TRAILS covers five information literacy categories:
  1. Develop a Topic
  2. Identify Potential Sources
  3. Develop, Use, and Revise Search Strategies
  4. Evaluate Sources and Information
  5. Recognize How to Use Information Responsibly, Ethically, and Legally
The sixth grade assessment has 25 questions and distributes them evenly, with three for each category above. Here is one of the simplest examples from the sixth grade test:

If you want to find books by Christopher Paul Curtis, what kind of catalog search should you try?
  • Title search
  • Author search
  • Subject search
It may sound simple to us as adults, but I have to say, in two classes of intelligent students so far, about half of them have got this question wrong. One girl called me over and asked, "I don't know who Christoper Paul Curtis is. How can I answer this question?" This is the kind of thing that requires some explicit instruction. In middle school, the students are making the transition from loving reading to using their reading skills for both practical and leisure applications.

The assessment doesn't impact the students' grades and I tell them to relax and put a reasonable effort into it without stressing before they open up their laptops. What it does do is provide the librarian a very clear idea of which skills need to be emphasized in library lessons. It will be interesting to revisit TRAILS in the Spring and see if all the library time has made a difference.

Saturday, October 17, 2009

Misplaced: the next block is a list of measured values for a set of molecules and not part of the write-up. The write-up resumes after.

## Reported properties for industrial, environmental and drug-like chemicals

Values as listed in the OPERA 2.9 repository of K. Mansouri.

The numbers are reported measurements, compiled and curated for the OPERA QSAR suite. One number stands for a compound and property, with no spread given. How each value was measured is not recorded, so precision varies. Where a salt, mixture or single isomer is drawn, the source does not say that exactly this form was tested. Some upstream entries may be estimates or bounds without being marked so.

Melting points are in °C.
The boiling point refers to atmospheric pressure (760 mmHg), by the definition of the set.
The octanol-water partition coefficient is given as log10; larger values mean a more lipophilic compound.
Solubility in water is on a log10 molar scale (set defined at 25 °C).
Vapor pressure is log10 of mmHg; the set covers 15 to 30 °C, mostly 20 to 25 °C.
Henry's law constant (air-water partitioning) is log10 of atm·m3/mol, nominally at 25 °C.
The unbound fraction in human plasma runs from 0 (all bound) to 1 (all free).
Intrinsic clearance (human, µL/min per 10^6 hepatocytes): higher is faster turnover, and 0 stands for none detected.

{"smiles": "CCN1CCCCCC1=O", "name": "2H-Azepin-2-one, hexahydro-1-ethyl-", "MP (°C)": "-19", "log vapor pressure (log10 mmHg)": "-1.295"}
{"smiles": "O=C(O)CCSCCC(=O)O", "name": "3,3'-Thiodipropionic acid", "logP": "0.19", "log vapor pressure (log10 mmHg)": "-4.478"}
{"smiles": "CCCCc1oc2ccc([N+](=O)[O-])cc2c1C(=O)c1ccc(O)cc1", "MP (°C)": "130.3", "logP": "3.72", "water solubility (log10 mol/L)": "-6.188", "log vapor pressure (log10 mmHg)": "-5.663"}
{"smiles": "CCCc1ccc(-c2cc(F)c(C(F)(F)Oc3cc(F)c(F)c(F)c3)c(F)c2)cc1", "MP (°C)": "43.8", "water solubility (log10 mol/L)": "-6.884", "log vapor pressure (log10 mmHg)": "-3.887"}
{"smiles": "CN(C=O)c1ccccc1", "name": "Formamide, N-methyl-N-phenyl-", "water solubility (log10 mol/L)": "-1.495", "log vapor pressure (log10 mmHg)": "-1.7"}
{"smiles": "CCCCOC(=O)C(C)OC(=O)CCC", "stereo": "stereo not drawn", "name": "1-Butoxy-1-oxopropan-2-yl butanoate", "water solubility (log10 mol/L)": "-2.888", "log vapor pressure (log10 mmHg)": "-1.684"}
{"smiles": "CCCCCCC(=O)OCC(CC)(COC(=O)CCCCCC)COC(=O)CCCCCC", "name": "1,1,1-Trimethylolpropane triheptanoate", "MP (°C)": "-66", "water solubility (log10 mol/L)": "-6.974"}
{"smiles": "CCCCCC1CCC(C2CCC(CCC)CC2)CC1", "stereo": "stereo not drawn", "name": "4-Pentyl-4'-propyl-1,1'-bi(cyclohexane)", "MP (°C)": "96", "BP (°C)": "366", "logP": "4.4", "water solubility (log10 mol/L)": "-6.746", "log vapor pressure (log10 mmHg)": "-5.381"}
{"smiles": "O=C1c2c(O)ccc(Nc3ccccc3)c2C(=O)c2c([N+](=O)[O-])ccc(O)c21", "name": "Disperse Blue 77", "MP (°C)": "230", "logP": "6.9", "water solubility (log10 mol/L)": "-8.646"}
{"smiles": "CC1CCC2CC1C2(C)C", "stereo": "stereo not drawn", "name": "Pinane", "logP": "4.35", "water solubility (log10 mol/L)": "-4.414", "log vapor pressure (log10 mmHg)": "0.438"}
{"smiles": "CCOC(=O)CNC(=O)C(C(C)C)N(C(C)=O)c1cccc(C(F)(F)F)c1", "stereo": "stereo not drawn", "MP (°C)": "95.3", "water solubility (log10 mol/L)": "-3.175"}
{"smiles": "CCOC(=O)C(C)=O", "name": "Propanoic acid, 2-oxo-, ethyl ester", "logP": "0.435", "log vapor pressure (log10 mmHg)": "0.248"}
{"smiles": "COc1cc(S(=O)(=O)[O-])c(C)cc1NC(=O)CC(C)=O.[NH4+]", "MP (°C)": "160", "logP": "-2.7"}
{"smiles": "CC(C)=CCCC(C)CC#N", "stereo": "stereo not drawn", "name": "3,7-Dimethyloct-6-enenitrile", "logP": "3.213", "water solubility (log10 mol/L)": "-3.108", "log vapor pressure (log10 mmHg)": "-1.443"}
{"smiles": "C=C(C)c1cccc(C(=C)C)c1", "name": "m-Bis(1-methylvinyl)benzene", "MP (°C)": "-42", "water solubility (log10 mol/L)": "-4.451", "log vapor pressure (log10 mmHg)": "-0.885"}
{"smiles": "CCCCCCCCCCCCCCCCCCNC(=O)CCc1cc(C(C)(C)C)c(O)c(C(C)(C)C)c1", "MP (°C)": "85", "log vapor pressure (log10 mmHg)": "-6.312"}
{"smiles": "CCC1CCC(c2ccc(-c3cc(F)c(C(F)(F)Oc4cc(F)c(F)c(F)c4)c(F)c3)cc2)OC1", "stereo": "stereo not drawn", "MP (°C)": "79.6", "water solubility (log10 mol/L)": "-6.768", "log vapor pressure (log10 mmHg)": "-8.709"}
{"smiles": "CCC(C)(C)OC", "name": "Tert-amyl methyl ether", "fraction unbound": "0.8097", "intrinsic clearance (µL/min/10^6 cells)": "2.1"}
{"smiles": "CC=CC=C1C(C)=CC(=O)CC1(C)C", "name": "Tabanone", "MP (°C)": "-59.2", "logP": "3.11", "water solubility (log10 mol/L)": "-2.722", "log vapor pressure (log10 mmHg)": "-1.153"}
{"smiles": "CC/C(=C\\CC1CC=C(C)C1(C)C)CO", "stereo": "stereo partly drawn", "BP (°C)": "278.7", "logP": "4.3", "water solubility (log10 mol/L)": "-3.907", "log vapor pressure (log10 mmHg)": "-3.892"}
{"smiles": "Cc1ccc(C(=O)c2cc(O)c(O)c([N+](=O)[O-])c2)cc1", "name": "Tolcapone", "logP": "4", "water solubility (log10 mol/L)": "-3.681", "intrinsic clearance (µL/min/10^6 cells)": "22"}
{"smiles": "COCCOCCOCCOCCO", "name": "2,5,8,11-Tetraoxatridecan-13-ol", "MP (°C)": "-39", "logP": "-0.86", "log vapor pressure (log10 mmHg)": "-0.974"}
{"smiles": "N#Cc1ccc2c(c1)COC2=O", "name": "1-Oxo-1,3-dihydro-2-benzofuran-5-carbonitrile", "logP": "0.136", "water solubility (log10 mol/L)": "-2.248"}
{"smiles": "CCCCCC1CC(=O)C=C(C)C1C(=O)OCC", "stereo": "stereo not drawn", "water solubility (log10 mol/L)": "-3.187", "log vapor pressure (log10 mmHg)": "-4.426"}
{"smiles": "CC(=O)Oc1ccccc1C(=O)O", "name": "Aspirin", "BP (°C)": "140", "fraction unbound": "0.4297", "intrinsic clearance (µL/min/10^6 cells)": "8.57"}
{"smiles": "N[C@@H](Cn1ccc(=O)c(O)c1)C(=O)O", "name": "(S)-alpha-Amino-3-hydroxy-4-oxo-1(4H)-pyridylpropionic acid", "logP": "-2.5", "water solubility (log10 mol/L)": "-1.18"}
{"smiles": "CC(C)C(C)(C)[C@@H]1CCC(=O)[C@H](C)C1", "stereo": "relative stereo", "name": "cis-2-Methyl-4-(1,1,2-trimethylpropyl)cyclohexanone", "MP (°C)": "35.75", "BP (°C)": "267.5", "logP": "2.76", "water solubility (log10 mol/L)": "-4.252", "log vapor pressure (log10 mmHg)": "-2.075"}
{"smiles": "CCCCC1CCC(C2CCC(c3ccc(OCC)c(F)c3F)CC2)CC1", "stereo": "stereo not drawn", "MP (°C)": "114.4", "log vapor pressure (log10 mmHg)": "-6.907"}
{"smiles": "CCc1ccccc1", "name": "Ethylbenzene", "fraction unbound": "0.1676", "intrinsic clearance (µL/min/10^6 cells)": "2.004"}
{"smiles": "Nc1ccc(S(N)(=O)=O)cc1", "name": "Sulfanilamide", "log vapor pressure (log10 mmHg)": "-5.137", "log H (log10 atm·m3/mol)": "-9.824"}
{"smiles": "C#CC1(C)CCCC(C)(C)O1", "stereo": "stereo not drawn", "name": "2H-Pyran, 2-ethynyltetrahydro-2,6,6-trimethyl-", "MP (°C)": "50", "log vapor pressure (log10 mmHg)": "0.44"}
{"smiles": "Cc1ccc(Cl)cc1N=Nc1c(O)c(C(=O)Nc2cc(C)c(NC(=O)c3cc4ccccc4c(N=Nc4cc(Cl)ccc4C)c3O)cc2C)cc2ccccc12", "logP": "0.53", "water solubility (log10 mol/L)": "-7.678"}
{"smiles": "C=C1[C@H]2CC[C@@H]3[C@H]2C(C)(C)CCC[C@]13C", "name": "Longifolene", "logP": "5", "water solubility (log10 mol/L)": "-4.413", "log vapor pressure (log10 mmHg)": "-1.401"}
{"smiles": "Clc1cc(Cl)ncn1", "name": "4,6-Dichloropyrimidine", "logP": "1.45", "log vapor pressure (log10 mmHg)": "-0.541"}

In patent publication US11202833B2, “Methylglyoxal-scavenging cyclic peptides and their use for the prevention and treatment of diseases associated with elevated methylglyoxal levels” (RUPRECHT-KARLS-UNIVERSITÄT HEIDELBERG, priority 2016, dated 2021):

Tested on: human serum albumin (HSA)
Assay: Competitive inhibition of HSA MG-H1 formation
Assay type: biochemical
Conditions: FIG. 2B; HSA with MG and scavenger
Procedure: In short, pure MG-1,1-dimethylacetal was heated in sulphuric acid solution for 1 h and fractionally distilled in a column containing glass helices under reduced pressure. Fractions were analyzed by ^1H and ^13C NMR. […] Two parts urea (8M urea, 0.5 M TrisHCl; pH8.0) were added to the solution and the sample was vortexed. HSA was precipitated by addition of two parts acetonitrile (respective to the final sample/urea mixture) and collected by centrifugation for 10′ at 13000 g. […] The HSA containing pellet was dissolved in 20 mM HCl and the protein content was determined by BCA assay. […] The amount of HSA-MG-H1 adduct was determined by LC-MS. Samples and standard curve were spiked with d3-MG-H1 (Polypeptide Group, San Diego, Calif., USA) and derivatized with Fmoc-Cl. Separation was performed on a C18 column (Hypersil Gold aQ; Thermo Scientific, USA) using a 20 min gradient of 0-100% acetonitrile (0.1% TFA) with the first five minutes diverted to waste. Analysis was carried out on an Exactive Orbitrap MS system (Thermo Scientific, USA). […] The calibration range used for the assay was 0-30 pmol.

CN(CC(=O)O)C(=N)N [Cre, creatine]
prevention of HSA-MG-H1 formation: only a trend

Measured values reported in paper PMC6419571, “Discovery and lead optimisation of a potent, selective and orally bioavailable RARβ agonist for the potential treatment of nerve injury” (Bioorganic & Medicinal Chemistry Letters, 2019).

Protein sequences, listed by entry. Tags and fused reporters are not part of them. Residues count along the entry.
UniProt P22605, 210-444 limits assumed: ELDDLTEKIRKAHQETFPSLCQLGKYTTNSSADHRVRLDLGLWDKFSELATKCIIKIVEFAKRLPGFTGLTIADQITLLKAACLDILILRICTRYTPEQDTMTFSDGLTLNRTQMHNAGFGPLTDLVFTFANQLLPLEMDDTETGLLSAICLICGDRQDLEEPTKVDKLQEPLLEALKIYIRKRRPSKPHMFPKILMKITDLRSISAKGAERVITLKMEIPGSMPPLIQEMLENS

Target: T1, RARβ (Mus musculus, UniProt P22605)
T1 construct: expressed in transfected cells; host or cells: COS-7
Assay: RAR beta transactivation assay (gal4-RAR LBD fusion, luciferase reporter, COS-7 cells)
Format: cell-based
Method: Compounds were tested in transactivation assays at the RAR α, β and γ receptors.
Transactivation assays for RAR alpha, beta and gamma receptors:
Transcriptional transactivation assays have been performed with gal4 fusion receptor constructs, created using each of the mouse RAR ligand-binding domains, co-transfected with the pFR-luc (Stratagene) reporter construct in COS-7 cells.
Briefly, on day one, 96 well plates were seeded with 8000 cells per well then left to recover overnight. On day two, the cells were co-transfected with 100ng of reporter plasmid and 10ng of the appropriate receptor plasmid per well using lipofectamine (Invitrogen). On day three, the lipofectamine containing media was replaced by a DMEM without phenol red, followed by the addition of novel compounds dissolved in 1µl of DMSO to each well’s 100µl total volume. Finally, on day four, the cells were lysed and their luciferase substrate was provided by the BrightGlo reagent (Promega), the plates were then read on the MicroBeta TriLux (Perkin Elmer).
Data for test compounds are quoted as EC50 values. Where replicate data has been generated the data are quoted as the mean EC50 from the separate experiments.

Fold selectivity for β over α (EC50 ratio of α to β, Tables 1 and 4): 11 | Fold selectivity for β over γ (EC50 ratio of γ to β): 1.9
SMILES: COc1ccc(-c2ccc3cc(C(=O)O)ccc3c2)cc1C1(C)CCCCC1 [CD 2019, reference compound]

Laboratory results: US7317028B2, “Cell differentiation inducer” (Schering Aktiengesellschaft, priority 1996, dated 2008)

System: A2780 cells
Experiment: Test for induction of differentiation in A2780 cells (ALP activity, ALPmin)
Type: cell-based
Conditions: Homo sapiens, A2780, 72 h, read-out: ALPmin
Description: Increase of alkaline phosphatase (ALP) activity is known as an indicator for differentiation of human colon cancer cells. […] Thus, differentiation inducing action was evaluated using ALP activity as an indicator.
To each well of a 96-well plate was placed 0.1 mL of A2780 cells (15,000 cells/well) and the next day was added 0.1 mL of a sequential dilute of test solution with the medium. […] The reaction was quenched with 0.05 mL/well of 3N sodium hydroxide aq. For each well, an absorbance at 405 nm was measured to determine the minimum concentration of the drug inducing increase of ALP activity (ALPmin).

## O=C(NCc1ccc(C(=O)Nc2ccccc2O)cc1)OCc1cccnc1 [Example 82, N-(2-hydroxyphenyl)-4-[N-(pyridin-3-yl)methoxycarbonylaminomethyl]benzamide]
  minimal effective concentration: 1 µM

Jogging Librarian Commutes Eight Miles on Foot!

Last Thursday I jogged to work again for the fifth time this school year. It was the third time I've been able to complete the trip without stopping, since the first two times I bonked and had to take a bus. I've changed my route since the first try, as the most direct route from my apartment in Kew Gardens, Queens to Williamsburg, Brooklyn has two long stretches without sidewalks. The route I take now is a bit more circuitous, but is much more pedestrian-friendly. If you're curious about the route, you can click here to see it on Google Maps.

I'm running wearing a backpack that holds my work clothes, my swim clothes (keep reading), my lunch and a few other items. I'd been leaving a pair of work shoes at school, however this past Wednesday I forgot to do so, which meant I had to carry those as well. That made it my heaviest pack run so far and my time did suffer. I'm trying not worry so much about the speed on these jogs though; I'm just focusing on getting in the miles and building up the stamina that running with a pack requires. The result is that my short, unencumbered runs are already getting faster.

Once I'd decided to try jogging to work, I had to choose the right backpack for the job. I looked at a few different packs through a mix of virtual and old-school physical shopping. I decided to go with a North Face pack called the Recon, which has both chest and waist straps to keep it steady en route. It can also accommodate a hydration system, which I may purchase one day. I got the yellow-ish color, called Chai Yellow, because it's slightly reflective and as it's quite dark out at 6:00 AM when I begin my long jog/schlog, it seems like the best color choice for the purpose. Luckily, it was available at a local sporting goods shop less than 15 minutes on foot from where I live, Emilio's Ski Shop in Forest Hills. Not only did I avoid waiting and paying for shipping, but I was able to support a local business in the bargain.